Kaisa, a developer that defaulted in 2021, has avoided restructuring talks with foreign investors and looks far from reaching an agreement with creditors. However, despite the troubles, demand for the company’s homes appears to be growing. Analysts at research firm CreditSights recently visited a project in Shanghai and found that agents were no longer offering apartment discounts. The absence of price cuts suggests that demand for well-located properties is starting to pick up.

The state’s plan has encouraged some foreign investors. Companies have been almost completely shut out of the offshore bond market, and many global asset managers and hedge funds are trying to cover losses after missed payments. Developers raised a quarter less money last year compared to the year before. But on Jan. 12, Dalian Wanda Commercial Management Co. priced a $400 million junk bond for the first time in more than a year, suggesting some high-profile developer-linked groups may slowly return to offshore dollars in the coming year. Bond Market. Two US asset managers, Fidelity and BlackRock, bought into the offering, according to research firm Reorg.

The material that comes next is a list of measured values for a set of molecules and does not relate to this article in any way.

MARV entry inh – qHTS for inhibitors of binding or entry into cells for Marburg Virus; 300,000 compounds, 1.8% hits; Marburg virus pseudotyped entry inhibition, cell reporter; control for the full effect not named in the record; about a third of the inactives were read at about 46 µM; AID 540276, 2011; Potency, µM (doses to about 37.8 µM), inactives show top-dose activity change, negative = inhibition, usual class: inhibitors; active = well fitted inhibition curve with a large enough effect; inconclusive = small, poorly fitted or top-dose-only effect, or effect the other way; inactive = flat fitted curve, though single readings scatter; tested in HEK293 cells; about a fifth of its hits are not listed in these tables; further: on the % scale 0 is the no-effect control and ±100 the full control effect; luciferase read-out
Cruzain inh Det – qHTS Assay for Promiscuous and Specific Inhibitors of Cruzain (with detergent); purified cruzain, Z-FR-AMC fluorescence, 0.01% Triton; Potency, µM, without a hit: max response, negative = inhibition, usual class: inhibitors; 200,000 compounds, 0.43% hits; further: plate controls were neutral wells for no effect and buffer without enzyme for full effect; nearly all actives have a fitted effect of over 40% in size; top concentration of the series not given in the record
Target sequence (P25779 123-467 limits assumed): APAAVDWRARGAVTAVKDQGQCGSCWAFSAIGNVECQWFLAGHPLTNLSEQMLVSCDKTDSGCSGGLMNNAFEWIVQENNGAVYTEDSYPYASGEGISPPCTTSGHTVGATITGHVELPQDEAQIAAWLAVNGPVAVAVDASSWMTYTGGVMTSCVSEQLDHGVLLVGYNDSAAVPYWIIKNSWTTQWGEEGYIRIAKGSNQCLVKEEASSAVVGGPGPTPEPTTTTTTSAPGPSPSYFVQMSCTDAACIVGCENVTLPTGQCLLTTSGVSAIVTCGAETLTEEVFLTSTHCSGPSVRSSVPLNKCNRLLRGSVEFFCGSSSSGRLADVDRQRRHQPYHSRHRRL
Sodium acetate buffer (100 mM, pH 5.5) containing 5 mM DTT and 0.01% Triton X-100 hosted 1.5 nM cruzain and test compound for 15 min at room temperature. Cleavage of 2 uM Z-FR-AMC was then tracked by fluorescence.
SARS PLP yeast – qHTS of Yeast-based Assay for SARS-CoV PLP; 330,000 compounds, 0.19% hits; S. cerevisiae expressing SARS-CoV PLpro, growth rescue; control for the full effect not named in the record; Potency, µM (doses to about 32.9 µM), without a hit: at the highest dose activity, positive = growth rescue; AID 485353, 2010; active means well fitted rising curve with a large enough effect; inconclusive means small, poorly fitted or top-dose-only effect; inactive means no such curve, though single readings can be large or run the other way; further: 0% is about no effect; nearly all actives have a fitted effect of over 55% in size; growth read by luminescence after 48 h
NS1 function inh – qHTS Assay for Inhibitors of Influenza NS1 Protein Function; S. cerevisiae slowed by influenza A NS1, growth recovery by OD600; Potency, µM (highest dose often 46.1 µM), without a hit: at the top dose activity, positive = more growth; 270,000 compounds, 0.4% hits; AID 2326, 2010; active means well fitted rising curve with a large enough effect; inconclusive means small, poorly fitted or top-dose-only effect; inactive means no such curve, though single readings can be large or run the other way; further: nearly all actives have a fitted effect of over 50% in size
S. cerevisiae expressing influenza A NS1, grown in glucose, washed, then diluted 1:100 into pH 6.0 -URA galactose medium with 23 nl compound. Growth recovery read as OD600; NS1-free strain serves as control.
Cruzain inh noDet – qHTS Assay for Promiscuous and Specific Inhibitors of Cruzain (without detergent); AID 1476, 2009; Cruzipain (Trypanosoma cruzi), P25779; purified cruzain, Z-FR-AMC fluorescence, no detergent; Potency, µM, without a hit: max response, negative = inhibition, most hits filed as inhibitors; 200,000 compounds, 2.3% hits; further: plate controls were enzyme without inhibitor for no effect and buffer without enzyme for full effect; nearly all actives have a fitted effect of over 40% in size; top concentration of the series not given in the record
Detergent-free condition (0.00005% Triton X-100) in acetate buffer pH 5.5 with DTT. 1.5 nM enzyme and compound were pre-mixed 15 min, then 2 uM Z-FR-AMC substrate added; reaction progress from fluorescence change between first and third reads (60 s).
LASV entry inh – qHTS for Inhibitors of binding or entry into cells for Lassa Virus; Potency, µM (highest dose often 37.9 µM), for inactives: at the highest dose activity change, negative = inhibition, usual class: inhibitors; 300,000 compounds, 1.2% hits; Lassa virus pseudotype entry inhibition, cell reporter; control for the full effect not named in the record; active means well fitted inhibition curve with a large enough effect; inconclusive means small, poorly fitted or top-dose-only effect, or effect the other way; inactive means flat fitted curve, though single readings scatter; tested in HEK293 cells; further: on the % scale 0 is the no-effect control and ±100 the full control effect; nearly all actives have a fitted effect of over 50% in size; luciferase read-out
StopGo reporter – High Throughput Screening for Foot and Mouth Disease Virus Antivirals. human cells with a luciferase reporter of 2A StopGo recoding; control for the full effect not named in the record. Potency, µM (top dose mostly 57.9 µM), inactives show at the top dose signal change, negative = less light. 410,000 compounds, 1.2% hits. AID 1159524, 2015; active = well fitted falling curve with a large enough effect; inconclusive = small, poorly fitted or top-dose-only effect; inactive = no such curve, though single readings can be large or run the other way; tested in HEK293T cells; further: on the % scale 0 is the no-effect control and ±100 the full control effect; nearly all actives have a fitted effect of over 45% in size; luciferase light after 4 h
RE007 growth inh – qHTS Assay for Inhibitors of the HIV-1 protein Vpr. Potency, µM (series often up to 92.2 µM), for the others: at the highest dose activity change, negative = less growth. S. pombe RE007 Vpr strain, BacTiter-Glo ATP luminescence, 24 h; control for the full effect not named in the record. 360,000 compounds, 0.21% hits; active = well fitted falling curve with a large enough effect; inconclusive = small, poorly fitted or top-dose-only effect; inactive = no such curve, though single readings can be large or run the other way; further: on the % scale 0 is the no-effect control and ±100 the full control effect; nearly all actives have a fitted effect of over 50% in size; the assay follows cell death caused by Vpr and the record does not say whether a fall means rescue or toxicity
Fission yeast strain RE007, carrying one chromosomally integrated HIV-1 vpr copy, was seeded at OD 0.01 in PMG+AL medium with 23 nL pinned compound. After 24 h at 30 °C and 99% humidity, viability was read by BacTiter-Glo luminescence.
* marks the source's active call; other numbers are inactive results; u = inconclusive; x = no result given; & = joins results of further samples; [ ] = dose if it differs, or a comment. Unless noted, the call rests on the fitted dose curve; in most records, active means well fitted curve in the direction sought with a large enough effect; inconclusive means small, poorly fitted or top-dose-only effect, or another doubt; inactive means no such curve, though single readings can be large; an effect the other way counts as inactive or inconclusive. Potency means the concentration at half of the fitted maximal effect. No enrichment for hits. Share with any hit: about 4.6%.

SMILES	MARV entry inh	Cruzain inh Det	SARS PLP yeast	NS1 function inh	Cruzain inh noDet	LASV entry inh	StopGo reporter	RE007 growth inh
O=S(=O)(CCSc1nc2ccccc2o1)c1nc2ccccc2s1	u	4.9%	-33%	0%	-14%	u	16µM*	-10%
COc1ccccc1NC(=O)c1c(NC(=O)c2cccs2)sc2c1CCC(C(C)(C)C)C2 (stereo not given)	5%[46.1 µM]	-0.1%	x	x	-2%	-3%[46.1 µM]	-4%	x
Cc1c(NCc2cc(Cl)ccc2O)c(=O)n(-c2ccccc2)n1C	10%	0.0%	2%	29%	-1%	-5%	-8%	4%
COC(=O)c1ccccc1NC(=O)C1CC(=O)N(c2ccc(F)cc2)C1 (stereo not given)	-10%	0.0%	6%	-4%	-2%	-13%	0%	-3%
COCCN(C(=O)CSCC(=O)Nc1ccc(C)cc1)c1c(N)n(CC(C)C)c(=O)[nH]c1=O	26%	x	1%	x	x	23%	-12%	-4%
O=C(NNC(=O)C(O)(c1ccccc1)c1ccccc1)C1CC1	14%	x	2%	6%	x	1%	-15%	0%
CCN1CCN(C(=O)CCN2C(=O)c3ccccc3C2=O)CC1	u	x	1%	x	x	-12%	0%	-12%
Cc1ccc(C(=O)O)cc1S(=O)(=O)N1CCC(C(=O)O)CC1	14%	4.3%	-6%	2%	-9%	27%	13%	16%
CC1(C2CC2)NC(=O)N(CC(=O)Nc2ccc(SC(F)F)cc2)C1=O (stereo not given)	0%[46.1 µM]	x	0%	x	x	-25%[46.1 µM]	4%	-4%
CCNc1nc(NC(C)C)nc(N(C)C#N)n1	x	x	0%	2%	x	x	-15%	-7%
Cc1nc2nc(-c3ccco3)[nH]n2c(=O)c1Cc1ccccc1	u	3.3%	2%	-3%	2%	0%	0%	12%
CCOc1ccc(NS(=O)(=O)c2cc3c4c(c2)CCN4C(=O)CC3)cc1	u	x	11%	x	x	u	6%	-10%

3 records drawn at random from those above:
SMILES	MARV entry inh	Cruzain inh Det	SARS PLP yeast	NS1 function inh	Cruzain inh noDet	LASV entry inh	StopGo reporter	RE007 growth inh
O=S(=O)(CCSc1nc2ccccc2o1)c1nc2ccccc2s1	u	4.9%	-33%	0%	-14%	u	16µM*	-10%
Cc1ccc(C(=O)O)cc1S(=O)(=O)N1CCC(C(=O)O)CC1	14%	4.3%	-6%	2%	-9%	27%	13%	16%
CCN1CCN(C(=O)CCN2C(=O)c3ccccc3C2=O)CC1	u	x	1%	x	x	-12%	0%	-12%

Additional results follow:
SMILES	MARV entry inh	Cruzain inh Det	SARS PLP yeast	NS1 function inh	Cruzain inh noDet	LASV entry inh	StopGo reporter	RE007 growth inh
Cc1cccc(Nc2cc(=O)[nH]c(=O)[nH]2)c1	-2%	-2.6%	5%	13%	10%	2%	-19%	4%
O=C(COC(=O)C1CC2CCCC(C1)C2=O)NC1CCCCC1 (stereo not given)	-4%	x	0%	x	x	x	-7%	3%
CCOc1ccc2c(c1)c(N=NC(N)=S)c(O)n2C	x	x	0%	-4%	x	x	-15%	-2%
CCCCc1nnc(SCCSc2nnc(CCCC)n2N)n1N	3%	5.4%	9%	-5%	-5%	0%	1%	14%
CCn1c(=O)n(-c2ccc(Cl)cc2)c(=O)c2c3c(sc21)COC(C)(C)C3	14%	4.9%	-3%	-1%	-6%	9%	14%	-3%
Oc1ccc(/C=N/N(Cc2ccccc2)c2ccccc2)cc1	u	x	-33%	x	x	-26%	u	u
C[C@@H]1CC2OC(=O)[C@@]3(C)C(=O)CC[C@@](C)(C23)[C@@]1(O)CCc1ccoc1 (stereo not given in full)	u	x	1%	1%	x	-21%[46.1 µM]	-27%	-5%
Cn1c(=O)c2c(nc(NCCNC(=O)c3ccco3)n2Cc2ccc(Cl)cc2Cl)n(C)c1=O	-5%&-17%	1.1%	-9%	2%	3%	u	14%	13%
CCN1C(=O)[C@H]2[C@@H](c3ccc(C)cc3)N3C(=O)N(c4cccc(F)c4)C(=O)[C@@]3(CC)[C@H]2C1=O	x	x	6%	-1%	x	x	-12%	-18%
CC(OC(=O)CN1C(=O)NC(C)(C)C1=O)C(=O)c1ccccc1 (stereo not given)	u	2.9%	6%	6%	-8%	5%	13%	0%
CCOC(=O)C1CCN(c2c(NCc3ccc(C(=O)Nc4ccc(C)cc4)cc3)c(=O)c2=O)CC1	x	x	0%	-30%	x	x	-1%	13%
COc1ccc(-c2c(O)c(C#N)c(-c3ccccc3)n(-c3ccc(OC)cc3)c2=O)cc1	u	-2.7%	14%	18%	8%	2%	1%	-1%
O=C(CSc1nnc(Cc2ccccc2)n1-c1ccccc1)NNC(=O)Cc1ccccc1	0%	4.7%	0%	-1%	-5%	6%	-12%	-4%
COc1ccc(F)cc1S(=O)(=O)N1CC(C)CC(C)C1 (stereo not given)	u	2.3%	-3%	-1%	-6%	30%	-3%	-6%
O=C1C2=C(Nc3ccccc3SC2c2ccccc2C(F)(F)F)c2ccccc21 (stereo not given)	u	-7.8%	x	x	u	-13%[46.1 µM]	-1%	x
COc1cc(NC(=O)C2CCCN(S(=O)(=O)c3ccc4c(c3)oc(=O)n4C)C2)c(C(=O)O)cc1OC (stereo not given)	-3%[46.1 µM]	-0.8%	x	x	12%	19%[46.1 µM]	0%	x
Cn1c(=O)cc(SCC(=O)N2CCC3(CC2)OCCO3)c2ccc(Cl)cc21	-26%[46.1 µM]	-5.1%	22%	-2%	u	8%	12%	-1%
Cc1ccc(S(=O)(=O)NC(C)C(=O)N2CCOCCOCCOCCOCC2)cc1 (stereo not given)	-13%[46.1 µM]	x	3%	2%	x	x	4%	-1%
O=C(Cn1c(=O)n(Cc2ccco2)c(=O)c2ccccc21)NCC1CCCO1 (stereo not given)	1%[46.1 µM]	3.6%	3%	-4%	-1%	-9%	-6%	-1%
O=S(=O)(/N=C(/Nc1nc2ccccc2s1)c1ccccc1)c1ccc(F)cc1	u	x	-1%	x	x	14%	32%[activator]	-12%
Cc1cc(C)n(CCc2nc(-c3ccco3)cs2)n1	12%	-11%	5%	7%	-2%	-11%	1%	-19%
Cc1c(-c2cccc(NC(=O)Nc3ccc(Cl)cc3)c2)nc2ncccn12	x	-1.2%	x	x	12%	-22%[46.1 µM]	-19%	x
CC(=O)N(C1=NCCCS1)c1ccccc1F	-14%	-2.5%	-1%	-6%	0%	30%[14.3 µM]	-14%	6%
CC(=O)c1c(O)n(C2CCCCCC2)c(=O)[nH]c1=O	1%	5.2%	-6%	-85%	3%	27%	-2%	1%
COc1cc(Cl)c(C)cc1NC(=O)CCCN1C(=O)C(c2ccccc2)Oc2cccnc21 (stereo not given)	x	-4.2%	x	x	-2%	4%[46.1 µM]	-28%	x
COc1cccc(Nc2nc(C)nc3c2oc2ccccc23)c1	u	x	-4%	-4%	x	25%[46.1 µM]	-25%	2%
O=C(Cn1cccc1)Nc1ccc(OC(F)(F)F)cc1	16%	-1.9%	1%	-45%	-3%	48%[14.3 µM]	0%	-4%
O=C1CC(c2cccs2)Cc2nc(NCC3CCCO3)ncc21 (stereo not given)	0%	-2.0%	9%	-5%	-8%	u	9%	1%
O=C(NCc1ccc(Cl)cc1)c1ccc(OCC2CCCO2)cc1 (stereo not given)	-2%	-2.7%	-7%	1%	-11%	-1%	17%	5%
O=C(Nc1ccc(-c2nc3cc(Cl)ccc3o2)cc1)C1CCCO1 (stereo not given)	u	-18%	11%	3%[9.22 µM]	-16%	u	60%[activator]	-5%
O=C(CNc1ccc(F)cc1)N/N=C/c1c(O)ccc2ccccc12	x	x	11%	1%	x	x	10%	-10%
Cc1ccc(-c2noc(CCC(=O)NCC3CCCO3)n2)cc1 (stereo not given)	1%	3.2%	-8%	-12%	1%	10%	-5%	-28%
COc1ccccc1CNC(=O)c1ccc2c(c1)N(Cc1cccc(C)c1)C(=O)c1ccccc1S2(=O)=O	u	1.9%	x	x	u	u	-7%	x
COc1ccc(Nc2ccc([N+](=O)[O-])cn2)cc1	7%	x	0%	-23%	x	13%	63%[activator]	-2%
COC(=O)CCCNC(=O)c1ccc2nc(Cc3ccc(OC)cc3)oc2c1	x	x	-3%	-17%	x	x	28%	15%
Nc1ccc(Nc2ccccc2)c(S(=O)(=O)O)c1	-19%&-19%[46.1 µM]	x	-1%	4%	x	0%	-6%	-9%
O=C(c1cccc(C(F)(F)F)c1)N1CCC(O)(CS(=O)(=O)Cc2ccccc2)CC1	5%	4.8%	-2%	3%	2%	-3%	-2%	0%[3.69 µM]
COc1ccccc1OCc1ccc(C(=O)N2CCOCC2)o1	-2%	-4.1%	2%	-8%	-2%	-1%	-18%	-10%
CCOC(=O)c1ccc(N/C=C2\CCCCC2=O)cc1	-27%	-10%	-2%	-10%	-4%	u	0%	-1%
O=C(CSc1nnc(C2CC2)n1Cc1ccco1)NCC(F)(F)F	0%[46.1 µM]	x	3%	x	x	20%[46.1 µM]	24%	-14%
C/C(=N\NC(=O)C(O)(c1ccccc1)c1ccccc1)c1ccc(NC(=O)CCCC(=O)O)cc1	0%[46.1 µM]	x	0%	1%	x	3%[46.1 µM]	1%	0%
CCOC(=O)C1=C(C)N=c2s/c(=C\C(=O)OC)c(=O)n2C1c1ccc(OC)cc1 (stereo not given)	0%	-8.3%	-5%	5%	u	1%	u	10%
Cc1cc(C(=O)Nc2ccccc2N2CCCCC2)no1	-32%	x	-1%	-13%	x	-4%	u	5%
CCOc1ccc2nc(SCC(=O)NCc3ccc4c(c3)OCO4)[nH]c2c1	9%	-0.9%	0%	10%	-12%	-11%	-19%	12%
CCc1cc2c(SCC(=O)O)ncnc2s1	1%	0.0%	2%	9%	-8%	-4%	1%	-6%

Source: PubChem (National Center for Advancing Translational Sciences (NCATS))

tightrope time

According to analysts at bank Morgan Stanley, the reforms could lead to a stabilization of the property market and a small rebound in sales in the second quarter of this year – roughly what the government hopes to achieve. But officials must tread carefully. Too much money would revive the old problem of oversupply, and it did so at a time when China’s population was starting to decline. Another bank, JPMorgan Chase & Co., estimates that the vacancy rate in China’s largest cities reached 7% last year and 12% in second-tier cities, well above the global average. About 70% of the homes sold since 2018 were bought by people who already owned at least one property.

Speculation has made China’s housing price-to-income ratio the most expensive in the world.Hong Haozhi to grow Asset management firm Investment said the three red lines policy would at least force developers to slow down their borrowing. The campaign has created huge problems for the Chinese economy, but without it, “it would have been much worse,” he added. If the government ends up spending too much money in bailouts, it could lead to another wave of excess, and more vacant waterfront projects.